Miguel Hilari

“These films centre on issues that concern me: Movement and migration, tensions between generations, indigenous identity, rural and urban landscapes. In many ways, these matters are central to Bolivia’s contemporary experience. While making the films, I was less interested in storytelling and more focused on evoking a certain place or moment while making use of observational perspectives and montage.”


Potosí, a colonial mining town in Bolivia. At the adit we see faces of the workers leaving the mine. At school, children look at stills from the mine. Images of other times?


A trip, leaving the city.

In a village, between the mountains, music is played for the dead.

Memories and dreams appear, journeys back and forth.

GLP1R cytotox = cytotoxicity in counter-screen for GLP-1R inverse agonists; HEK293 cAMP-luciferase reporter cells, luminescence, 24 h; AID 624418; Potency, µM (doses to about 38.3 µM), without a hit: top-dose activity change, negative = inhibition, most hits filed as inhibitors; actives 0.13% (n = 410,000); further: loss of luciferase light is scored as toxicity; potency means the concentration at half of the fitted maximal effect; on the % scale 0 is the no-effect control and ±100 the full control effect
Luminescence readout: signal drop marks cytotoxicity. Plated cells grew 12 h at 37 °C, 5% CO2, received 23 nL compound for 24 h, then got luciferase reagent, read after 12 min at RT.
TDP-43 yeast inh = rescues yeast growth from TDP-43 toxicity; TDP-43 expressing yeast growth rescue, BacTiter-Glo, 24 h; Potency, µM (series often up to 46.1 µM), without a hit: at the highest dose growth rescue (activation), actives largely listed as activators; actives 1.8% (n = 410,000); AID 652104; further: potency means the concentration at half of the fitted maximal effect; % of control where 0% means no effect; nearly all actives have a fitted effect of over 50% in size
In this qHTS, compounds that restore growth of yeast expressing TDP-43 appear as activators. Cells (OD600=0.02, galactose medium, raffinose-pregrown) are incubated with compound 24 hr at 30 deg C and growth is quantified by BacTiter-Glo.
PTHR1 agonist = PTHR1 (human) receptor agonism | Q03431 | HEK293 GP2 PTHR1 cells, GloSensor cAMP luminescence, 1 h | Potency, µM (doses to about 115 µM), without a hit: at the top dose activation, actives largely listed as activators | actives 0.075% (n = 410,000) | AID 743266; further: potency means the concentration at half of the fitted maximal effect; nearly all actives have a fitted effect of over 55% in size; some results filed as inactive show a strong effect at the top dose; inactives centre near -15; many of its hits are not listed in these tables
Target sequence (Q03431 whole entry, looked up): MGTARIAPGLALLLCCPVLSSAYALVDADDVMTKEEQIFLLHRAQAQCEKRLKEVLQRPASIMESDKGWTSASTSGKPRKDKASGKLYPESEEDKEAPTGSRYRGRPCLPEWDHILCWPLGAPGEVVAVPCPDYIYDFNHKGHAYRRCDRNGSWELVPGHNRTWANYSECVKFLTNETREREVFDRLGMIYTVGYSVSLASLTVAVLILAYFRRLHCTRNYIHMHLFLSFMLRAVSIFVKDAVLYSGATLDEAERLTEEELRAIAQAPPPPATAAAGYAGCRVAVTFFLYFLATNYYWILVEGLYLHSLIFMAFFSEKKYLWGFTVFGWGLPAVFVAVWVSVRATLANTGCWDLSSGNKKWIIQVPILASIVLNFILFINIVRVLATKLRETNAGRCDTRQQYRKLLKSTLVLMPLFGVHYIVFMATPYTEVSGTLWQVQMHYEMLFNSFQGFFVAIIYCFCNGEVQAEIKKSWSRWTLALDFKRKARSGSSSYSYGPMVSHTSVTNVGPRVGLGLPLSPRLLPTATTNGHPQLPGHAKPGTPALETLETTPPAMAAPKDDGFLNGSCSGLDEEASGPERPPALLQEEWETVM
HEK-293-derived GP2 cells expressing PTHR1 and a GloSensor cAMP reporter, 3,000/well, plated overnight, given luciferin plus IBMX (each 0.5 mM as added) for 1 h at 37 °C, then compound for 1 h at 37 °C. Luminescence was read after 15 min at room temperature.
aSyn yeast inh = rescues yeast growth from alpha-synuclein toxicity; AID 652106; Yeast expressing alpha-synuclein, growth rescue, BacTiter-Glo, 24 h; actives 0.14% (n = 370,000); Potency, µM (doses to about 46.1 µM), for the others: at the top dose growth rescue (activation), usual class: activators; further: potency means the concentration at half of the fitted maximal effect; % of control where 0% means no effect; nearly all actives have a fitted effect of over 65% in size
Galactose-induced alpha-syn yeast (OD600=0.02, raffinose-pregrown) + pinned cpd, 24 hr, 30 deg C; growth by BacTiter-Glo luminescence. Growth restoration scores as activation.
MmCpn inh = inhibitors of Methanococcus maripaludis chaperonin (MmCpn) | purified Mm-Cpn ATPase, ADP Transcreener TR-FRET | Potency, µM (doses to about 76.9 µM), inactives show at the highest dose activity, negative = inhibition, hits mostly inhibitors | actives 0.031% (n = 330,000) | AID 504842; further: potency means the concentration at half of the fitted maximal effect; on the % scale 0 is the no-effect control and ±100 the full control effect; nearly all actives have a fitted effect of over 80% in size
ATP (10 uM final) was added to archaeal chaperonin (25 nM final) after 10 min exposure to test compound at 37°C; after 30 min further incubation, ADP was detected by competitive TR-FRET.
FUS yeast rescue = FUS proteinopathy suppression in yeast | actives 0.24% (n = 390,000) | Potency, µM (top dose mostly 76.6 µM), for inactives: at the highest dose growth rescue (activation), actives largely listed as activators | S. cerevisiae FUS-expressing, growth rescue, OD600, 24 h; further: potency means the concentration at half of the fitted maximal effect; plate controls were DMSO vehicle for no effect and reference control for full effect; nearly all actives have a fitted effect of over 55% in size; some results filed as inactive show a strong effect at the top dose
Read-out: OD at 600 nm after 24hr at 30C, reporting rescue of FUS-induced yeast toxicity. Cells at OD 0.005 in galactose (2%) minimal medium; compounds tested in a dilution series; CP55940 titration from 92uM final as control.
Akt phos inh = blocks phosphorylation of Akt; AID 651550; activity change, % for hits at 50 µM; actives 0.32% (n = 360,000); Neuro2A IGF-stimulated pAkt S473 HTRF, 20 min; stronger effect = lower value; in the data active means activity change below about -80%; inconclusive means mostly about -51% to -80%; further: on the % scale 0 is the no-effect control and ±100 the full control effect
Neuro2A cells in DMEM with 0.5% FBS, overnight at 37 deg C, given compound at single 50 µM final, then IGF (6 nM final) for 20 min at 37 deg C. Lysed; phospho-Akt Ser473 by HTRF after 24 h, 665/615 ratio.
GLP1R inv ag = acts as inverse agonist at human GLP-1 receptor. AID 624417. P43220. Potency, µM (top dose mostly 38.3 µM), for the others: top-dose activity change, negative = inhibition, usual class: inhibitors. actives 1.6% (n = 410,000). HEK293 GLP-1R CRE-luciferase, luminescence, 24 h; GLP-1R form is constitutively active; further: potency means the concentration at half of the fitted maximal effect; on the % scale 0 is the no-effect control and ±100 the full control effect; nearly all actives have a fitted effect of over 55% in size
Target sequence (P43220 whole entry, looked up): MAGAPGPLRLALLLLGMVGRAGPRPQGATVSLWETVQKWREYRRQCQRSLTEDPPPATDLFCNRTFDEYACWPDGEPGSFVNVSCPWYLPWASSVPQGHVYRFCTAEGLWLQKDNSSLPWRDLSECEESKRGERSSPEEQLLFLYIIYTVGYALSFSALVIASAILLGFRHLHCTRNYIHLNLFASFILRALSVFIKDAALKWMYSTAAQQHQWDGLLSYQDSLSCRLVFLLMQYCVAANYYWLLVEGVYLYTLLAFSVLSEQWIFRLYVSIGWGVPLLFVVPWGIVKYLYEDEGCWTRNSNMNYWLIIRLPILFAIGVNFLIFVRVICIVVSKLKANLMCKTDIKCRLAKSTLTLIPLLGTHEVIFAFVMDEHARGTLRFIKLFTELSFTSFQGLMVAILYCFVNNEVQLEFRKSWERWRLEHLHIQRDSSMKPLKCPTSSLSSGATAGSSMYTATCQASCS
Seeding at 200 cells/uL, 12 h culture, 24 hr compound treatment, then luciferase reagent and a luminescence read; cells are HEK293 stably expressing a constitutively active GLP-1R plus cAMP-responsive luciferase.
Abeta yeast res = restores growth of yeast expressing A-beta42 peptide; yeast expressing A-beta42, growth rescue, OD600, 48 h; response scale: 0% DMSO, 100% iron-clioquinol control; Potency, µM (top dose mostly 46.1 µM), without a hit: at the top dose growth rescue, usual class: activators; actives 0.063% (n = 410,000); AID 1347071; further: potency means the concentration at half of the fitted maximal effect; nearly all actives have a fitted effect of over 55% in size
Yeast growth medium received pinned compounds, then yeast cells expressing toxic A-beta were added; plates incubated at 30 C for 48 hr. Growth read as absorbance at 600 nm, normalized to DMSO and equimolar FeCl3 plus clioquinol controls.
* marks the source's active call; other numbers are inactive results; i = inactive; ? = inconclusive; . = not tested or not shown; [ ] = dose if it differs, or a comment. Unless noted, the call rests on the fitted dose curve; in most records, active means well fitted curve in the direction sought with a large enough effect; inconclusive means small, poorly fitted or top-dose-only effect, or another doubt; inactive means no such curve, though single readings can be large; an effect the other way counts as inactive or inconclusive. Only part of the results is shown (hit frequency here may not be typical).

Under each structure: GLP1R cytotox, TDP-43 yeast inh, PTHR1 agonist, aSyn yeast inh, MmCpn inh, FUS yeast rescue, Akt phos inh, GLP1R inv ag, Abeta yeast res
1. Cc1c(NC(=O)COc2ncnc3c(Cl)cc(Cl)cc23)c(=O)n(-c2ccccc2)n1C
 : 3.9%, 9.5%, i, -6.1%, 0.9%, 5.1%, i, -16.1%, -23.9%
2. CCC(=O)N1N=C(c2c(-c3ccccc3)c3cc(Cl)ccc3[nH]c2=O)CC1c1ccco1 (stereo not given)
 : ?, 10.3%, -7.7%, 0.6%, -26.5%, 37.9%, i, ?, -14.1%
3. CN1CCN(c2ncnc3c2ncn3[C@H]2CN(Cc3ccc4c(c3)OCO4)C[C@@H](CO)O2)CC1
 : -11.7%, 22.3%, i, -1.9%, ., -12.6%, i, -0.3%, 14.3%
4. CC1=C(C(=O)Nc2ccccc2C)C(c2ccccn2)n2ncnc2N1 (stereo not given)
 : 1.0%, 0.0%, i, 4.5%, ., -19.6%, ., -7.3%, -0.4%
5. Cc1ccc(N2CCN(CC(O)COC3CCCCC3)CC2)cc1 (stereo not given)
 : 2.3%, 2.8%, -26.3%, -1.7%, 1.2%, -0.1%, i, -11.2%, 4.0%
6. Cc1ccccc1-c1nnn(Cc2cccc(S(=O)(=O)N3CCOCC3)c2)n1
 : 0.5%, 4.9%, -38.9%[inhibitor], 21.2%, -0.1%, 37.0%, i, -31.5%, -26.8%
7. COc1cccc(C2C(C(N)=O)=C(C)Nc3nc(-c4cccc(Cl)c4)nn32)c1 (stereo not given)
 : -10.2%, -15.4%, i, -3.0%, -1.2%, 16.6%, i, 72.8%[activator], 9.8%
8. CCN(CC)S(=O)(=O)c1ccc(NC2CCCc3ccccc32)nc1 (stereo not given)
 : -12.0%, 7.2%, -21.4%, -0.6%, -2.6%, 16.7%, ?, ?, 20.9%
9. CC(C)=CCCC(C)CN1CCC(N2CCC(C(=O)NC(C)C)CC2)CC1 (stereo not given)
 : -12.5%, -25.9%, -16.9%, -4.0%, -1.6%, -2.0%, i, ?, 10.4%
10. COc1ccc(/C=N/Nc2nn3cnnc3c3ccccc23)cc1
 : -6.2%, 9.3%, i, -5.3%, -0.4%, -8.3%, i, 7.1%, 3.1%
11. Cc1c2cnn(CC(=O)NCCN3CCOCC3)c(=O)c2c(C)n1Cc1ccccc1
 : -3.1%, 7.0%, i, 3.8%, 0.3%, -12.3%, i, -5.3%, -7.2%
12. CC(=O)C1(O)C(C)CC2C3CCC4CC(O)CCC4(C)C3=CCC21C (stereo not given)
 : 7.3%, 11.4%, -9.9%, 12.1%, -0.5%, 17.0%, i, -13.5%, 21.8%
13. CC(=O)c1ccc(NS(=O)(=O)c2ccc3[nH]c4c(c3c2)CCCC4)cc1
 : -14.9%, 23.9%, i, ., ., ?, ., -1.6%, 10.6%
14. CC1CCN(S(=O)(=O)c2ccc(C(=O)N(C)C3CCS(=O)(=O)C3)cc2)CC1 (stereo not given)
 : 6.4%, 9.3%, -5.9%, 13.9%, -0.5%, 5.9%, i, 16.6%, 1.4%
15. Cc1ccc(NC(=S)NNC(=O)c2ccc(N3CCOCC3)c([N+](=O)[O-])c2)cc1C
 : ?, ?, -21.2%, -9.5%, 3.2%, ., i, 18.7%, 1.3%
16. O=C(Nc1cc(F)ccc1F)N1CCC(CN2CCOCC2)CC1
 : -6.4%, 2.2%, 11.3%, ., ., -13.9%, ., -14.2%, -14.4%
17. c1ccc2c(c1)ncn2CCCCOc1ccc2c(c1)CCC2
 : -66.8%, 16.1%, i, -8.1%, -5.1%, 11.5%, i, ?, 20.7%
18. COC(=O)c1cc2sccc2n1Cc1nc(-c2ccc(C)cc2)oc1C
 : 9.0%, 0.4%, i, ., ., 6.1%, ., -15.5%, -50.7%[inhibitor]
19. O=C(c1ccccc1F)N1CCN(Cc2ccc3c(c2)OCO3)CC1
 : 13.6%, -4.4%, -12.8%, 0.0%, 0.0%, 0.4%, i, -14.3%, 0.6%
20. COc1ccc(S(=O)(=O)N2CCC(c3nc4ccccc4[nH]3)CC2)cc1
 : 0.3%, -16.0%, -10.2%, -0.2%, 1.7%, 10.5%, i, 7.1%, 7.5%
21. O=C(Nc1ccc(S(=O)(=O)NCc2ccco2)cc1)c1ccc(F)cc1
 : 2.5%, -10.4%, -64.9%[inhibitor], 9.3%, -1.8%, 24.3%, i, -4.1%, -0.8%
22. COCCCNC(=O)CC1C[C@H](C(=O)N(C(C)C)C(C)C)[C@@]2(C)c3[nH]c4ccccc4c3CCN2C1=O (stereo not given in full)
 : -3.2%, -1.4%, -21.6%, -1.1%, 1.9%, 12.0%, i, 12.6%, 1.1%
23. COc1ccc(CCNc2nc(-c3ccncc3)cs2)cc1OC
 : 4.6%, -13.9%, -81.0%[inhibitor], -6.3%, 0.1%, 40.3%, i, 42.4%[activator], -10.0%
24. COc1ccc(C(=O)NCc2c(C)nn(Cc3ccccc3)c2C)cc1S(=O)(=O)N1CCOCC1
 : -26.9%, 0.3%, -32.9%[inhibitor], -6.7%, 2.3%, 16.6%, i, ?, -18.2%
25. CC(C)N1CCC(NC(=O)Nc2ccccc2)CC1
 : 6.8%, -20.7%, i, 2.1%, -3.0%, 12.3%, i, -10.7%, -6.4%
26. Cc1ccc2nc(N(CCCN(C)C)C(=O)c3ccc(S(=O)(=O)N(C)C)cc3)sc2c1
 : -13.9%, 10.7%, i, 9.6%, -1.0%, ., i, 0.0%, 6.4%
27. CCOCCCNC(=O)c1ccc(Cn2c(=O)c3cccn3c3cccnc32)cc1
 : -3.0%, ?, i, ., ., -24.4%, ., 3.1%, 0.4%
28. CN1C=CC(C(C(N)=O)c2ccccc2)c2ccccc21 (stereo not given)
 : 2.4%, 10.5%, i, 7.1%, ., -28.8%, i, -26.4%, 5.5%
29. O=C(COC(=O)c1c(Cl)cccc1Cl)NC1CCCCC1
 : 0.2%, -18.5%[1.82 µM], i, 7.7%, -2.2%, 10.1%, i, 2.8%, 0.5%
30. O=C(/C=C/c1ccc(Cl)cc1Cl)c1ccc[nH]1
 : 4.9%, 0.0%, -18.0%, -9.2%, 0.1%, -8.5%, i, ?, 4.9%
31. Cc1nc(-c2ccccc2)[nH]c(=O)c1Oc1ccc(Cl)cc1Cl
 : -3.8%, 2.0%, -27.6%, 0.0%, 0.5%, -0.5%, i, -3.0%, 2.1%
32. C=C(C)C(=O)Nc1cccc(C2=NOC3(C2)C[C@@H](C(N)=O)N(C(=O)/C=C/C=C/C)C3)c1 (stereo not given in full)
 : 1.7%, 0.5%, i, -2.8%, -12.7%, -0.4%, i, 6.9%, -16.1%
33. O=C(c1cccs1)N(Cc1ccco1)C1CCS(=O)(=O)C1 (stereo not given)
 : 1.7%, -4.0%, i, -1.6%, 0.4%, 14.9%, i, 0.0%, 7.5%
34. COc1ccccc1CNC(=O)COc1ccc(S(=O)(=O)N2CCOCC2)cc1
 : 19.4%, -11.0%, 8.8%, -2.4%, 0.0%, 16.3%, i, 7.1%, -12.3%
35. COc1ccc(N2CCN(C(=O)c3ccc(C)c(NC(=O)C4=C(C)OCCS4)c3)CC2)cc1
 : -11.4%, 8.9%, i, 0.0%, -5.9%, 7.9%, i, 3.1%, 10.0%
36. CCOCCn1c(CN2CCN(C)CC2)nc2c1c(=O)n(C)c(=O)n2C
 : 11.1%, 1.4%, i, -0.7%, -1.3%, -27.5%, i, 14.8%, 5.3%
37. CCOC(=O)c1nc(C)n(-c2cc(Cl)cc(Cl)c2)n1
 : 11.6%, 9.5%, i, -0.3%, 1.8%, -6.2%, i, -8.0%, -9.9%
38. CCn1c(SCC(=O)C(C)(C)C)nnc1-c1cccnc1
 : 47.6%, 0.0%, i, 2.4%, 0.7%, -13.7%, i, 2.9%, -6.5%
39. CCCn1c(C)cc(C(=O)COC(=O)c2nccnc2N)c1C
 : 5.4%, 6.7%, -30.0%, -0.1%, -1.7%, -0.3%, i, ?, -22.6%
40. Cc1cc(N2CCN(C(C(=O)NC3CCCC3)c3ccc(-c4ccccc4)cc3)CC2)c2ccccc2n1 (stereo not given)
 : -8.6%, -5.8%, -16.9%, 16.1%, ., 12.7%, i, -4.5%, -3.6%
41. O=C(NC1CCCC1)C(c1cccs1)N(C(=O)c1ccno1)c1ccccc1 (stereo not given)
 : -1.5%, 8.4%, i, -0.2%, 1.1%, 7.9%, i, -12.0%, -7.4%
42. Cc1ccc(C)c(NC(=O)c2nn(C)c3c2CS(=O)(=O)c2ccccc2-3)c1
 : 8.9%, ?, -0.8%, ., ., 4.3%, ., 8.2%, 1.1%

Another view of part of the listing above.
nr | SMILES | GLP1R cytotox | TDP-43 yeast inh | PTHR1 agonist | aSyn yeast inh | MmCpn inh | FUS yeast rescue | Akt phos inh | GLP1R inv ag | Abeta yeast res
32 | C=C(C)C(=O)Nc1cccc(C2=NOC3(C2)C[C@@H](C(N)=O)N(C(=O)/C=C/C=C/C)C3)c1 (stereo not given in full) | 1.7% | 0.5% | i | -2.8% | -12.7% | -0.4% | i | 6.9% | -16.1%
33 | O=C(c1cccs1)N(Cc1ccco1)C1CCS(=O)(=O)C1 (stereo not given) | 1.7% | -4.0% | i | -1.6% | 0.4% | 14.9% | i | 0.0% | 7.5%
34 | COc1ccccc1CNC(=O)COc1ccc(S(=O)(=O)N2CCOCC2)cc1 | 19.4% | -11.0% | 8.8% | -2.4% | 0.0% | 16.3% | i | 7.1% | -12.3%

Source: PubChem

Urbano is baptised.

El corral y el viento

In other times, the first men emerged out of the waters of Lake Titicaca. Years later, my grandfather was locked up in a donkey corral as punishment for attempting to learn how to read and write. Now my uncle lives alone because all of his relatives moved to the city.  At school, children learn Spanish under a painting of Pythagoras. This film is a portrait of Santiago de Okola the Aymara village of my father.

*1985 in Hamburg, lives in La Paz 

Miguel Hilari studied cinema in La Paz, Santiago de Chile and in Barcelona. His documentary films (El corral y el viento, 2014; Compañía, 2019; Bocamina, 2019) centre on work, colonial history, migration and indigenous culture. Pre-existing images often are re-elaborated and questioned. His films have been shown and won awards at various international film festivals. He also works as a producer and editor and runs the project Proyecto Torrente involving image and sound workshops in rural schools.

Berlin Fellowship

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